CNBC — Holden Walter-Warner

Fortis Investment Group to test the first of several senior living facilities in southeast

                 article provided by Fortis Investment Group administrative staff             June 16, 2022                        


Dunn Avenue Senior Living

                                     150 Unit Independent Living & Assisted Living Care Facility

                                                        Jacksonville, Florida

Dunn Avenue Senior Living in Jacksonville Florida

The project is a mixed-use Senior Housing development. It will be located at 3641 Dunn Ave. just east of the I-295 junction with Dunn Avenue in Northwest Jacksonville. It will be the newest and most modern complete Senior Living project in Jacksonville. It will contain 55 independent living units (located in 26 individual duplexes and 1 tri plex buildings), & 95 assisted living suites. The main structure housing the assisted living units will be a three-story building. The total square footage of the project will be approx.139,700.

The project will be designed with residential style finishes and furnishings to attract all levels of income seniors who desire to live in a community with a residential experience and elevated level of quality service. Given the vibrancy and rejuvenation of the Jacksonville area, this is a sorely needed service provided not only for retirees in the area, but also family brought in to live closer to relatives and friends in the Jacksonville area.

It will incorporate the latest innovations in senior housing with the assisted living care and will provide the residents with a resort style setting with a full amenities package. “Dunn Avenue Senior Living will have a competitive market advantage by being able to integrate all levels of retirement needs” stated Dom Marino, Managing Partner at Fortis Investment Group in NYC. “From independent to assisted and, in the future, even long-term care” he added. In addition, a full range of social services, and recreational activities will be offered. The project will be a high quality, modern, fully equipped, and staffed property to provide a superior home and living experience for all residents.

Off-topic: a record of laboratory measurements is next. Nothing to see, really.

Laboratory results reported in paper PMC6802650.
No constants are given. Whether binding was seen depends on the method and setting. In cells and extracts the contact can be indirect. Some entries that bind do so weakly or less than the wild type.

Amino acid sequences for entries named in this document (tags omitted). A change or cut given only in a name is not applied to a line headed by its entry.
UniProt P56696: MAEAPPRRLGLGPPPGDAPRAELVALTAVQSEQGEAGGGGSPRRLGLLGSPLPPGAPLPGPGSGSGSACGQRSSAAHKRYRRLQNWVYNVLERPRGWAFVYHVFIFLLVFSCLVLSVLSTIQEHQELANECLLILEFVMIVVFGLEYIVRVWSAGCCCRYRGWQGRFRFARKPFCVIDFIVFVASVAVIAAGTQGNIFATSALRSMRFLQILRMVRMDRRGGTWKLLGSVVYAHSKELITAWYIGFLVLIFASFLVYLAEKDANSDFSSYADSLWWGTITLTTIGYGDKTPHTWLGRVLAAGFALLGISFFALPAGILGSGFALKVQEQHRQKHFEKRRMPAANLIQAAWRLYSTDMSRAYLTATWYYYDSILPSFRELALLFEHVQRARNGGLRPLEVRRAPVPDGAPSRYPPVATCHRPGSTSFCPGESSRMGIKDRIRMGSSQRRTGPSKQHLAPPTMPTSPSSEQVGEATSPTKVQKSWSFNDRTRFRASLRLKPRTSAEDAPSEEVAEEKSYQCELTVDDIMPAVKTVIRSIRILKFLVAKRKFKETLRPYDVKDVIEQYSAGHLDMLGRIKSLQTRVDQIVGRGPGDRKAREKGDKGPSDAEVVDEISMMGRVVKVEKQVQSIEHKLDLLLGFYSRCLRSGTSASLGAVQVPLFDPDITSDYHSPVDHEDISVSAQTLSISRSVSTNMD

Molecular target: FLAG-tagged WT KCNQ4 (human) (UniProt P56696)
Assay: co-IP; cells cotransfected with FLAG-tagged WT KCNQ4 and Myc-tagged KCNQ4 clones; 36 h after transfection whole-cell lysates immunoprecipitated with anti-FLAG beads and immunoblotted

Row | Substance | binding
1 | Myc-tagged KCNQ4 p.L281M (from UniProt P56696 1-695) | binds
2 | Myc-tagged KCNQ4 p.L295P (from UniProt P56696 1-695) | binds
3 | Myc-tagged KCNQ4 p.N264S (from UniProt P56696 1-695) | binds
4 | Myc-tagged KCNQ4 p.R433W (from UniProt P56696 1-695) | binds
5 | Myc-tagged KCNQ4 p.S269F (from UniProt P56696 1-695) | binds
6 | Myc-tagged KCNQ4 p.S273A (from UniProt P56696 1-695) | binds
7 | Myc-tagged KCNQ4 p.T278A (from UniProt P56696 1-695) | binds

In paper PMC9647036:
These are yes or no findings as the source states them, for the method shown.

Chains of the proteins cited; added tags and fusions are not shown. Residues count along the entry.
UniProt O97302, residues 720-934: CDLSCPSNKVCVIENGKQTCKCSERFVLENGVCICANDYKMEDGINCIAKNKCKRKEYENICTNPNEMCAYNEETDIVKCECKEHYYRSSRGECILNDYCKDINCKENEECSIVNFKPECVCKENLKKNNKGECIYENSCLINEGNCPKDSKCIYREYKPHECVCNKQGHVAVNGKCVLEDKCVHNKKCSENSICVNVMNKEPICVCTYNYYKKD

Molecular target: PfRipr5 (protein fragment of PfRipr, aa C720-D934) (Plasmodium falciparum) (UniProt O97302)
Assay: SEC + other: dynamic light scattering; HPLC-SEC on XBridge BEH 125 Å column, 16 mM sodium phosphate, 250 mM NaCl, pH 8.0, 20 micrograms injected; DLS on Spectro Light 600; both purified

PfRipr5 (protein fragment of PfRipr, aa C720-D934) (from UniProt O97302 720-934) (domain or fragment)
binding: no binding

Times Square lands Manhattan’s biggest loan deals in April

Edge Fund Advisors, Jamestown nab combined $1B in Midtown; Rabina’s 5th Ave tower also a top recipient

By Orion Jones May 31, 2022 11:30 AM

520 Fifth Avenue, 1450 Broadway and 1 Times Square (Kohn Pedersen Fox, 1450 Broadway, Bernt Rostad from Oslo Norwayedited by Yarl CC BY 2.0 via Wikimedia Commons)

520 Fifth Avenue, 1450 Broadway and 1 Times Square (Kohn Pedersen Fox, 1450 Broadway, Bernt Rostad from Oslo Norwayedited by Yarl CC BY 2.0 via Wikimedia Commons)

The 10 largest Manhattan real estate loans recorded in April totaled about $1.7 billion, a good $500 million over March’s total and nearly double last April’s amount.

Times Square was the center of some of last month’s biggest deals, including a refinance of the former Bertelsmann’s building and an extension of One Times Square, where the New Year’s Eve ball drops.

Below are more details on the borough’s largest real estate loans in April:

1. Timely refresh in Times Square | $445 million

Edge Fund Advisors and HSBC, owners of 1540 Broadway, the 44-story former Bertelsmann Building in Times Square, received $445 million to refinance the senior loan for the office portion of the building. The lenders were Apollo Global Management, Michael Dell’s MSD Partners and Monarch Alternative Capital. The loan included $96 million of new debt, for a total refinancing package of $590 million.